Haven’t filed taxes in the last 10 years? Start today
There can be a myriad of reasons why one hasn’t filed taxes. One could have forgotten to file their taxes, there was a death in the family which caused the delay, or you were seriously ill. Irrespective of what the reasons were, it is never too late.
In fact, every year about 7 million taxpayers fail to file their income taxes returns. Yet, there are more than 146 million Americans who do file their returns year on year. In other words, about 5% of the total population fails to file their returns.
If you haven’t filed your taxes, it is high time that you start doing the same immediately. The consequences of going for several years without paying taxes can be hazardous to your finances. It gives the IRS enough reasons to flex their muscles.
What if you haven’t filed taxes in the last 10 years? Well, there is a statement in the IRS policy. According to the statement, the IRS usually looks for tax records dating to six years in the past. However, if you haven’t paid taxes in about 10 years and want to start now, here are some tips to help you through.
You can either directly reach out to the IRS or take the help of a tax agent to find out the number of years for which you need to file taxes. The unfiled years is the first crucial step.
This is one of the first steps where you start losing money. The IRS will only honour refunds dating back to three years from the current return filed date. If you had any returns prior to this period, the amount is lost.
While filing your taxes or even returns, it is important that the number matches with that of the IRS. You can take the help of transcripts from the IRS to trace your income history as accurately as possible.
The next logical step would be to file the taxes for the income mentioned in the transcripts. Any mismatch would allow IRS to dig deeper into your filing.
In the event that you haven’t filed or paid taxes in quite some time, be ready to cough out hefty fines. Penalties such as failure to pay taxes and failure to file taxes can amount up to 47.5% of the total taxes that you are liable to pay.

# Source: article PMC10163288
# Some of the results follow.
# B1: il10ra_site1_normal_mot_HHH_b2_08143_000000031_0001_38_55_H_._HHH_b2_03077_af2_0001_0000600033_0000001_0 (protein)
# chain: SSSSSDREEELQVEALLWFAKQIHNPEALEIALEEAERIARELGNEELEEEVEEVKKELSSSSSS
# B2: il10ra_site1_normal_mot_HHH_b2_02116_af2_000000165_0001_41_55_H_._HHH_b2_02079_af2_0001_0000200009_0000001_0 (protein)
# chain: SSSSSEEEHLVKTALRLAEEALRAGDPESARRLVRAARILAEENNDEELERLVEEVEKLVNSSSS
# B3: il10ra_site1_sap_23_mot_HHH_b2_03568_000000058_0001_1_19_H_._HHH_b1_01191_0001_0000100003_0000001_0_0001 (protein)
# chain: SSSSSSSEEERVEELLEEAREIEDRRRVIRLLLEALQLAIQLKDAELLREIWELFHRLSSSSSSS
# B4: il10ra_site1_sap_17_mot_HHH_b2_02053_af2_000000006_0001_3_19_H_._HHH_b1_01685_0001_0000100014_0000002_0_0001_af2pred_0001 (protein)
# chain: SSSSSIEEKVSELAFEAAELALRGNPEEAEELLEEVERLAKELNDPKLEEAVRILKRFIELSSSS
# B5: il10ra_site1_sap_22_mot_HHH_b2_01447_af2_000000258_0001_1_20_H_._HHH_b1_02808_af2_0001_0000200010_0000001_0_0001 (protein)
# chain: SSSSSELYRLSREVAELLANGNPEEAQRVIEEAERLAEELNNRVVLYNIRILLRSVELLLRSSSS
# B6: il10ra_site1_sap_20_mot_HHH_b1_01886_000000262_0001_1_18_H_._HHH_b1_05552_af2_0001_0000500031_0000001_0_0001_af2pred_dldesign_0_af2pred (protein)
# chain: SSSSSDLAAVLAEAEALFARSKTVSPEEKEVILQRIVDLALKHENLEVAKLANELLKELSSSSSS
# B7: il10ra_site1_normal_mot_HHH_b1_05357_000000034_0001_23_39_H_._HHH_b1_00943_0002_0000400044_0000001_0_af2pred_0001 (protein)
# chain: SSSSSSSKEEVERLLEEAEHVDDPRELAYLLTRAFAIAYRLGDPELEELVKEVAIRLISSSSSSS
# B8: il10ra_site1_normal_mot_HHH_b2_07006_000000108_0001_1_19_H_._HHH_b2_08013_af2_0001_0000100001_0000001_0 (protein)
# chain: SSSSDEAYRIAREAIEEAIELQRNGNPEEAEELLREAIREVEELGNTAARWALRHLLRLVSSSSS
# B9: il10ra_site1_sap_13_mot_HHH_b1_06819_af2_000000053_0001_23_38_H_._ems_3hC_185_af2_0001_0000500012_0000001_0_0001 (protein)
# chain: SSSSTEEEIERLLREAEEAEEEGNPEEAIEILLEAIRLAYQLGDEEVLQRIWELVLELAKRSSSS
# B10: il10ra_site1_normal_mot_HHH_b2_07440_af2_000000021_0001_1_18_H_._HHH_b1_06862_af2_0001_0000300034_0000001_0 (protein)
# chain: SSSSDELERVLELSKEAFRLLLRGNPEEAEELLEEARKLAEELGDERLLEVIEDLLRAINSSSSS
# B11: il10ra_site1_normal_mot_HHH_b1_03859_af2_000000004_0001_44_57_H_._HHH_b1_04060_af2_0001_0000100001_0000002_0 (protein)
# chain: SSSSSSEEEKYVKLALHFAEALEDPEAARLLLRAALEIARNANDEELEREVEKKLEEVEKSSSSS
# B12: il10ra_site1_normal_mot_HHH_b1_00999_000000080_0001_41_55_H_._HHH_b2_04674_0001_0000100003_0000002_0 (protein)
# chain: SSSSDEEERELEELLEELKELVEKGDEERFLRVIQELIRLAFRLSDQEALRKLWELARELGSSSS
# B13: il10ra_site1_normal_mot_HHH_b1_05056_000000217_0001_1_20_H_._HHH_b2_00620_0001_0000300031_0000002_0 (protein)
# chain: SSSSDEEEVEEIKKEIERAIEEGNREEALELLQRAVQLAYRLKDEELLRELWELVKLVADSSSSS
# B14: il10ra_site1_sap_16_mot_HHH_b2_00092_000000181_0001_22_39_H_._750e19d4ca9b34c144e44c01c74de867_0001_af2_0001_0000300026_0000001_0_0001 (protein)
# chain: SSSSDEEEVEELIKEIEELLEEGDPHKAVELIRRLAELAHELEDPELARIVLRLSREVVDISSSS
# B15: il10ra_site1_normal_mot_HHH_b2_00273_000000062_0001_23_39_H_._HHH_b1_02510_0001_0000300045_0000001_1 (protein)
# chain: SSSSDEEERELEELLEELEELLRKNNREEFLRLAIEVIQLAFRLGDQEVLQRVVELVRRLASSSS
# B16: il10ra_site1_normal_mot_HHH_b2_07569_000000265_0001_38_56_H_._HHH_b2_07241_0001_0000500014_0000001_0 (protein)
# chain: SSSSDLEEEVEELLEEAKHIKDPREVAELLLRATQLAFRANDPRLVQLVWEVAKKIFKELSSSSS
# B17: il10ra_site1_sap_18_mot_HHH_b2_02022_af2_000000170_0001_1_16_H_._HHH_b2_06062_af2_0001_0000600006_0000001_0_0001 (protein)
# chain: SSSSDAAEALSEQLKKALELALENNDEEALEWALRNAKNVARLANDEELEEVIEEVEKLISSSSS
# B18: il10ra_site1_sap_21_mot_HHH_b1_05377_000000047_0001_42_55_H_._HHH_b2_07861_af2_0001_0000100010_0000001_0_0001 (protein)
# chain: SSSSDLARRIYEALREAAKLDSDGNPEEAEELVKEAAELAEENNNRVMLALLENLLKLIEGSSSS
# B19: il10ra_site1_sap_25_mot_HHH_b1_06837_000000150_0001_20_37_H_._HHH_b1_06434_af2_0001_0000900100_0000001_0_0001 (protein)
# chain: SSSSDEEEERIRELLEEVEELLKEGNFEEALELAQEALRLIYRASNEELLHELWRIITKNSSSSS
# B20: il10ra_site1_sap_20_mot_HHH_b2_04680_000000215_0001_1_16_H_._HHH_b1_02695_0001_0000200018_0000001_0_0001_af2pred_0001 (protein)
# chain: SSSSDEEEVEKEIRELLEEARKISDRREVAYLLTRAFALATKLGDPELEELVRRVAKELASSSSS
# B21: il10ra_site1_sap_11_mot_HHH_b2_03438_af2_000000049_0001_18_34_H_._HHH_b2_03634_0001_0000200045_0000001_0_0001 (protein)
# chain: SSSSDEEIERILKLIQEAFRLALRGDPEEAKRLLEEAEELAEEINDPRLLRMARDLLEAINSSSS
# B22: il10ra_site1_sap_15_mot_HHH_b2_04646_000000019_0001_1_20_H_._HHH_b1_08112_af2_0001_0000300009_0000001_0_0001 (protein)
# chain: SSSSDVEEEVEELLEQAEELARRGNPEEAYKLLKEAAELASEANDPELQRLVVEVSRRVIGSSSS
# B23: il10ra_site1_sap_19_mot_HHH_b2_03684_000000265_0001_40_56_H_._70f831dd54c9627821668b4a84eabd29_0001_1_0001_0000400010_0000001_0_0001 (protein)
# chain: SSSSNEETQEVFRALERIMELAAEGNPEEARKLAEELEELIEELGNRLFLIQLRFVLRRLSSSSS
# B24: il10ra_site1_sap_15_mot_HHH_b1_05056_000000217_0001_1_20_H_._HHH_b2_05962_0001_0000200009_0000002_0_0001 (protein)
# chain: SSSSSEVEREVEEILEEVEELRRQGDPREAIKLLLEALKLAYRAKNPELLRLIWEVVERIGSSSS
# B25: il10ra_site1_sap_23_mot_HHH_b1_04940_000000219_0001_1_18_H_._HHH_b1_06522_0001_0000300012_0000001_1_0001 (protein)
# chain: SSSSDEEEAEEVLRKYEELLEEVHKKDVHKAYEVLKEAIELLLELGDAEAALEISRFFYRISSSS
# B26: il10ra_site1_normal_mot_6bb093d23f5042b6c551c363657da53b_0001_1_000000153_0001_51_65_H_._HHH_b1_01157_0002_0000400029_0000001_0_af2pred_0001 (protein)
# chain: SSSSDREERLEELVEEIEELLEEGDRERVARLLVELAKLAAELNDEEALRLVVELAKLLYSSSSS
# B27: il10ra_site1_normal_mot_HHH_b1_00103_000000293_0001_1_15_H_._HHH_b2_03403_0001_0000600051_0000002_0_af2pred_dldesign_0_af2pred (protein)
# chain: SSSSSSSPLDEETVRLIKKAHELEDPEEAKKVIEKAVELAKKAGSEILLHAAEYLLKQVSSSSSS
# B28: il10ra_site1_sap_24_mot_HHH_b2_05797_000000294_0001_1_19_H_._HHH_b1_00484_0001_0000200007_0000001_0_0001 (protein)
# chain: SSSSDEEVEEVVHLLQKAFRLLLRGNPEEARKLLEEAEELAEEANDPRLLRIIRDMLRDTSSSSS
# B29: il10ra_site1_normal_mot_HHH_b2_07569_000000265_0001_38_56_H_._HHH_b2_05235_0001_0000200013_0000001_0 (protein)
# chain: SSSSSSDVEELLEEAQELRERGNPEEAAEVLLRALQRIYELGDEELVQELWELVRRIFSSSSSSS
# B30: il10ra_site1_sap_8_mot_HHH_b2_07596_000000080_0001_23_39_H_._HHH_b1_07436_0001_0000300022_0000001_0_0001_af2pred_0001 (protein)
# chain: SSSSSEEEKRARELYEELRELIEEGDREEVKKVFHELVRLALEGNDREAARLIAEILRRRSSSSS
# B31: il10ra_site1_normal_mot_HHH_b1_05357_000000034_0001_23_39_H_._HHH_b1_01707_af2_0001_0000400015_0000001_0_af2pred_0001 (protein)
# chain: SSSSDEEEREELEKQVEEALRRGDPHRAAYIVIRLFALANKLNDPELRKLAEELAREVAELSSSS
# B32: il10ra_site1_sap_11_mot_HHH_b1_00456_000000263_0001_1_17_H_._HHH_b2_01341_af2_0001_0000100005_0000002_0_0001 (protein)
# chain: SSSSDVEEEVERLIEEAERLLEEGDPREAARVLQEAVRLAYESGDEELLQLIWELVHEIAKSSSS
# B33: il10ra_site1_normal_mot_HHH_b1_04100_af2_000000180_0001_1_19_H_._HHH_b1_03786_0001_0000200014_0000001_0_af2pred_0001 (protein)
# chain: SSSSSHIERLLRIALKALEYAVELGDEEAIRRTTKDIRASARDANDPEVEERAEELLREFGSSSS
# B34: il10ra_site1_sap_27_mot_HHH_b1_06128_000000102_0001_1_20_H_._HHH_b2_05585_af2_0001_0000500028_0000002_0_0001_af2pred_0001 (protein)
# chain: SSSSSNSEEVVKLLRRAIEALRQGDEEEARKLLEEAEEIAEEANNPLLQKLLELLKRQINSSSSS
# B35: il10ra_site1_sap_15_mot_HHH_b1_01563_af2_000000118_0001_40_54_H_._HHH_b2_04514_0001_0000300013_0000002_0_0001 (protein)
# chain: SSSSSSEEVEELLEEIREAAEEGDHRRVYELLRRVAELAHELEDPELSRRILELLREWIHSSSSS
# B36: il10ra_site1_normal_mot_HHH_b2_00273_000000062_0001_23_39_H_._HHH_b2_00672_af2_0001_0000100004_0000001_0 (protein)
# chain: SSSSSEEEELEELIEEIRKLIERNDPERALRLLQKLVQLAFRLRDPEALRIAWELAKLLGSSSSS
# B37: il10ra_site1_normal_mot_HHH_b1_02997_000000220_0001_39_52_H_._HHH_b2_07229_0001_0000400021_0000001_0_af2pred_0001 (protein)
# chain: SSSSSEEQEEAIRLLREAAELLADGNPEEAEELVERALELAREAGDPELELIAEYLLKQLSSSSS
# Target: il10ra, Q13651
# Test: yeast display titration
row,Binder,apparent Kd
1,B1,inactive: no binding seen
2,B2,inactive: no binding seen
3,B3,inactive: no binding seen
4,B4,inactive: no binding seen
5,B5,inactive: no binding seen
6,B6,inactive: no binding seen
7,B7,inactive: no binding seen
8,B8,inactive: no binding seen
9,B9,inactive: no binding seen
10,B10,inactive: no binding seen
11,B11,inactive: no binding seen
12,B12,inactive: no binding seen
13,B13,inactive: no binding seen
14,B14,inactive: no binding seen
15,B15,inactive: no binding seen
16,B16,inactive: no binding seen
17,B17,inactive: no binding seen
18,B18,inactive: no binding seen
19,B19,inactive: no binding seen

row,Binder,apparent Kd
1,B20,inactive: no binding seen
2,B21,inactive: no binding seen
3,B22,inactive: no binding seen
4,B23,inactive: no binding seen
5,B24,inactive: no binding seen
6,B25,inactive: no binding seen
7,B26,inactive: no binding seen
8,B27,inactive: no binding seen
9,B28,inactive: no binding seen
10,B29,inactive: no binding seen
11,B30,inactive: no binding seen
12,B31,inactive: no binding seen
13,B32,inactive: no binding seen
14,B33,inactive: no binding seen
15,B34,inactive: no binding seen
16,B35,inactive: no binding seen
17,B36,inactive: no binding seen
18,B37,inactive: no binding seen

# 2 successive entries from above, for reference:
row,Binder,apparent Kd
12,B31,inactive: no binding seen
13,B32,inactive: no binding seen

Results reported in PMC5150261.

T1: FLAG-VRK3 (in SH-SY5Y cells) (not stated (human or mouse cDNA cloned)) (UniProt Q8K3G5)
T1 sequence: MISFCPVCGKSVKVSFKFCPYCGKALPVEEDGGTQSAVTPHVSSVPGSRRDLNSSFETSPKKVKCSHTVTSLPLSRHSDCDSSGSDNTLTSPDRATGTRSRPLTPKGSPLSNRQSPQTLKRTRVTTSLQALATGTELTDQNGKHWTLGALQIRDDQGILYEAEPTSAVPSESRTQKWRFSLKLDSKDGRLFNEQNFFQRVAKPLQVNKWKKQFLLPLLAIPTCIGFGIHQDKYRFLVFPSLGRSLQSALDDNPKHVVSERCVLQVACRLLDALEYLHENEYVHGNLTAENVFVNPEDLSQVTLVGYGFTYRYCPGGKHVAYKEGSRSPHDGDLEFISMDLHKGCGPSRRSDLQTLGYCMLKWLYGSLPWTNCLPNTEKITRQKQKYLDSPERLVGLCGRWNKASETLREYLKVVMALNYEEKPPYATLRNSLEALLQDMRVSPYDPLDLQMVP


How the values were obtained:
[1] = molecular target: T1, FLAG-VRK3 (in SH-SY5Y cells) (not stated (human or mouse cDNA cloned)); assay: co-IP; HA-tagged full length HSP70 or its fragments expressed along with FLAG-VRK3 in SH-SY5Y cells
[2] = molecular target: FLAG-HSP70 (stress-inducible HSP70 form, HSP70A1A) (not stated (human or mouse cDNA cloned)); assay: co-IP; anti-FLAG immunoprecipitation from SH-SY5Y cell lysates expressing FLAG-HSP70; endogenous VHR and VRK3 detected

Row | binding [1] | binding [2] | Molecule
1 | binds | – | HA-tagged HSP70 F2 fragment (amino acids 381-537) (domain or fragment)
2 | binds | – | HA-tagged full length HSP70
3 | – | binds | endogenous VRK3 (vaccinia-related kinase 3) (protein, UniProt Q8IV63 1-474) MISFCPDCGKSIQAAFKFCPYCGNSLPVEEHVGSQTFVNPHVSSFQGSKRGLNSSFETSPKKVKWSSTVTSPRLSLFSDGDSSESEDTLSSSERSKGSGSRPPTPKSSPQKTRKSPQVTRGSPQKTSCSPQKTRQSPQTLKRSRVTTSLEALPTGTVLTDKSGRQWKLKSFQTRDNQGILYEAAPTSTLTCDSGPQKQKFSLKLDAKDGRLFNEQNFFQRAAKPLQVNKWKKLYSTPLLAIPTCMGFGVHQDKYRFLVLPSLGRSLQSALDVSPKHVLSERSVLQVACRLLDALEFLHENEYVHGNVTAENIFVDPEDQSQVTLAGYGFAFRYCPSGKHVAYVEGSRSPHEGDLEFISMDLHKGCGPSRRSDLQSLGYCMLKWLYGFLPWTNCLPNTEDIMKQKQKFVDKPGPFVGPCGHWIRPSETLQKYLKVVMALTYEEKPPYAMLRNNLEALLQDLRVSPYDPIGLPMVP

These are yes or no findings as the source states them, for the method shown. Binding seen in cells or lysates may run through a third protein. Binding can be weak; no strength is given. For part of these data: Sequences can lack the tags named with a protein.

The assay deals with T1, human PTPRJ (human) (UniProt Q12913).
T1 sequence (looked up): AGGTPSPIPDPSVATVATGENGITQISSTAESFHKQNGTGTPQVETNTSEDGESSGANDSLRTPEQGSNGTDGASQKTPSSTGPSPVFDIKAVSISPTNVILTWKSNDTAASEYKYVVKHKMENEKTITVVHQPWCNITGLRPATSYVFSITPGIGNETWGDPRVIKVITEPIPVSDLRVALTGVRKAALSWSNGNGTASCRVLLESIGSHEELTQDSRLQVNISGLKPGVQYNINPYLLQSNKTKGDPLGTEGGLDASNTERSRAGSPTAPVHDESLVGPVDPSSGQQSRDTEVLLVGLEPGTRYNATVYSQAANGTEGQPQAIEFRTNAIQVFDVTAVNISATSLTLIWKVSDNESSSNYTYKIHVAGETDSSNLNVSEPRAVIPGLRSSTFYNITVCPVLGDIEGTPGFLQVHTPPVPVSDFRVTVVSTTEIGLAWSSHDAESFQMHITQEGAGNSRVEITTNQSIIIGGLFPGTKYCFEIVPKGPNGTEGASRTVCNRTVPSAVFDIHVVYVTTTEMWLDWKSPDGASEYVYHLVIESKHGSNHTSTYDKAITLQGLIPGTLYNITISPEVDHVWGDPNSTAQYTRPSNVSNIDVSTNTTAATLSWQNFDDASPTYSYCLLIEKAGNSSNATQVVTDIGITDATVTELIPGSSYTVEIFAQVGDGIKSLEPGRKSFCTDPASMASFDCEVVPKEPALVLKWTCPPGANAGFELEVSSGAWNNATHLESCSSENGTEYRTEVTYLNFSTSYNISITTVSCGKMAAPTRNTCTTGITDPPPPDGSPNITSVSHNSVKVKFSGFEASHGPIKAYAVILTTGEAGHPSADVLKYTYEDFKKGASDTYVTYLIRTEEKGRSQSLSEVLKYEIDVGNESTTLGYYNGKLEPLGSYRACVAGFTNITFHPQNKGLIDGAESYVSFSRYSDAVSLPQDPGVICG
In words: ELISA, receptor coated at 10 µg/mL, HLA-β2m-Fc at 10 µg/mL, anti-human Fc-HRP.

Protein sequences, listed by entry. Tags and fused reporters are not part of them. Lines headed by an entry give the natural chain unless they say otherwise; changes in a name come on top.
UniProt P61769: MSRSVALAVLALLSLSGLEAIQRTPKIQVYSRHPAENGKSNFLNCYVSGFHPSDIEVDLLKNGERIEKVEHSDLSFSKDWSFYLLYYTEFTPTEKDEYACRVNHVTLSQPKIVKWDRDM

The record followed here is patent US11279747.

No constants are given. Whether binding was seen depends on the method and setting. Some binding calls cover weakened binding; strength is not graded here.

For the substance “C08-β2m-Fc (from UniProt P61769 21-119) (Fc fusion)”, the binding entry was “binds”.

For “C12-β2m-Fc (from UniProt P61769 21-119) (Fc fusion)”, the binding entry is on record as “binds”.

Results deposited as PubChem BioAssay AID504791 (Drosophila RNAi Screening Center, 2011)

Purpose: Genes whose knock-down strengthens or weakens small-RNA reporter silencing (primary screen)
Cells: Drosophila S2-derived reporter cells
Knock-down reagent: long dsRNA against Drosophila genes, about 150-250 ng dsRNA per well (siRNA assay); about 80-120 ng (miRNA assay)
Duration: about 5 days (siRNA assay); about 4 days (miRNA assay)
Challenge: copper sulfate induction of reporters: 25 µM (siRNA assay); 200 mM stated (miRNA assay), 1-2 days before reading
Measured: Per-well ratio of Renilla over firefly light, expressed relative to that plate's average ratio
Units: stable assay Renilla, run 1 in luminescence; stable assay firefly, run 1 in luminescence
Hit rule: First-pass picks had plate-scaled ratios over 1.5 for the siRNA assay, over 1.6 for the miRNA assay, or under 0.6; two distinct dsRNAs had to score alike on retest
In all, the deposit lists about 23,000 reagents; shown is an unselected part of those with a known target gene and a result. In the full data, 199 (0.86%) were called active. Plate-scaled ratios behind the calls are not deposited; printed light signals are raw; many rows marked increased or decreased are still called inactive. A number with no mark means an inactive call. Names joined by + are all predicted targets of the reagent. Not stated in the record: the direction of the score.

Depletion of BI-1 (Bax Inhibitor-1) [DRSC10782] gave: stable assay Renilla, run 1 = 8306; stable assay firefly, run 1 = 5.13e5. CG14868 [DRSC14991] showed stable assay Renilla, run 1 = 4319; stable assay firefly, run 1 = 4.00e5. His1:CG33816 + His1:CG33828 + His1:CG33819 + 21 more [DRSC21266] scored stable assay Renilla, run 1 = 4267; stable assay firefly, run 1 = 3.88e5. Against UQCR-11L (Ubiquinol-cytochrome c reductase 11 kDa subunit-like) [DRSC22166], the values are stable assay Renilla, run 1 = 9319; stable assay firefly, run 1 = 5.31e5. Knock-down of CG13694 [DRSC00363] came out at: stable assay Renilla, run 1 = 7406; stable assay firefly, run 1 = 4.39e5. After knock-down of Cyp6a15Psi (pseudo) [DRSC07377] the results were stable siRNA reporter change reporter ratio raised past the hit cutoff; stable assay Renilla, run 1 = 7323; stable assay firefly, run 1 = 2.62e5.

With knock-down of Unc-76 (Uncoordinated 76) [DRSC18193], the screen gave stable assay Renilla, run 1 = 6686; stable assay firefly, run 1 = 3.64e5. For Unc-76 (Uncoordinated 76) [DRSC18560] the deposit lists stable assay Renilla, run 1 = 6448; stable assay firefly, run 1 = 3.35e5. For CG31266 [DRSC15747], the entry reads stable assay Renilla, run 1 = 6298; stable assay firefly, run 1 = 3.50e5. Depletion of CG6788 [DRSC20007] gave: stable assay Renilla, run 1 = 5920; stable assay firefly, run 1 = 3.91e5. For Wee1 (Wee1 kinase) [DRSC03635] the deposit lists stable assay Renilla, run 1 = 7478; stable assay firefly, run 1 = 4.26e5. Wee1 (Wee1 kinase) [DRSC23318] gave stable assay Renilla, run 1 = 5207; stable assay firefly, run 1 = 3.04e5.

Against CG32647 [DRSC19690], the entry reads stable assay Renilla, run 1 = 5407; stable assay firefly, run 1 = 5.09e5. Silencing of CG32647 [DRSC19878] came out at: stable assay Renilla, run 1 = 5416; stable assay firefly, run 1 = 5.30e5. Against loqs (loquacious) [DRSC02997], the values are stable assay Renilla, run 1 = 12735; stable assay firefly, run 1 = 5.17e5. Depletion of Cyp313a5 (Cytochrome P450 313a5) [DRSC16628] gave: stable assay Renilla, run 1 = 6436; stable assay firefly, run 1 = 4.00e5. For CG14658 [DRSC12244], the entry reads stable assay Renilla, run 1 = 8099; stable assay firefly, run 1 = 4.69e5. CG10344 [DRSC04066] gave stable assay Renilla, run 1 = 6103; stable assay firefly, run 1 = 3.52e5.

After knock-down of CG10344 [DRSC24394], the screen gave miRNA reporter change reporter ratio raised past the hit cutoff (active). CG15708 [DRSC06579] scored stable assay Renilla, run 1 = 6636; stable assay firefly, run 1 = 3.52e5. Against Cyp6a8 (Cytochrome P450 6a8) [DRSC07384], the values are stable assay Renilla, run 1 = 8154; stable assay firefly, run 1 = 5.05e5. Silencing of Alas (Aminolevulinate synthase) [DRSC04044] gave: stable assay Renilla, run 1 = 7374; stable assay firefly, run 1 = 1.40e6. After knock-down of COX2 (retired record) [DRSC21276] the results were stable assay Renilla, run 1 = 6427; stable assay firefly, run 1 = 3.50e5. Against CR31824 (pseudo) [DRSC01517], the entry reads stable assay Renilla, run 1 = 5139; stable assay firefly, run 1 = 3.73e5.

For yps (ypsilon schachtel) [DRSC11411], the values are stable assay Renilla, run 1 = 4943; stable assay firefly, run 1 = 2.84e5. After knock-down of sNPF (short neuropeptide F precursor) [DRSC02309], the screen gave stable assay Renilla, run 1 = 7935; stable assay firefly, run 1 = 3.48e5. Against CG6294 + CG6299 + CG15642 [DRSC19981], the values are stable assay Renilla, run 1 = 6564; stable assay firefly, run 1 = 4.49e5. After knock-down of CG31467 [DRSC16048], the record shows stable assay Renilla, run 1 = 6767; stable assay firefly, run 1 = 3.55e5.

Thus, if you haven’t filed your taxes yet, the sooner you start, the better it is.
While back filing your taxes and returns, you have an option to ask the IRS not to charge you on the failure to pay or failure to file charges. If you qualify for the first-time abatement, use it for the first year.
Or else, you can use the reasonable cause argument and seek discounts or reduction of the pending taxes.
If you fail to file your returns within three years of the due date, the IRS might start a process called SFR or substitute for return. And should you file to return or replace the SFR, the IRS will look into it closely and compare with their SFR. And it is this close scrutiny which leads to a much longer turn around time. At times, it might even take more than 4 months.
If you feel that you cannot pay the pending taxes, it is advisable to reach out to the IRS and strike a settlement with them. Depending on your needs, there are several types of settlements that you can choose from.
But it is important to settle if you cannot pay. The simple reason being, the second wave of enforcement and fines will follow.
Should you delay the filing process, you have more to lose than gain. With the help of the above tips, you can start your tax filing.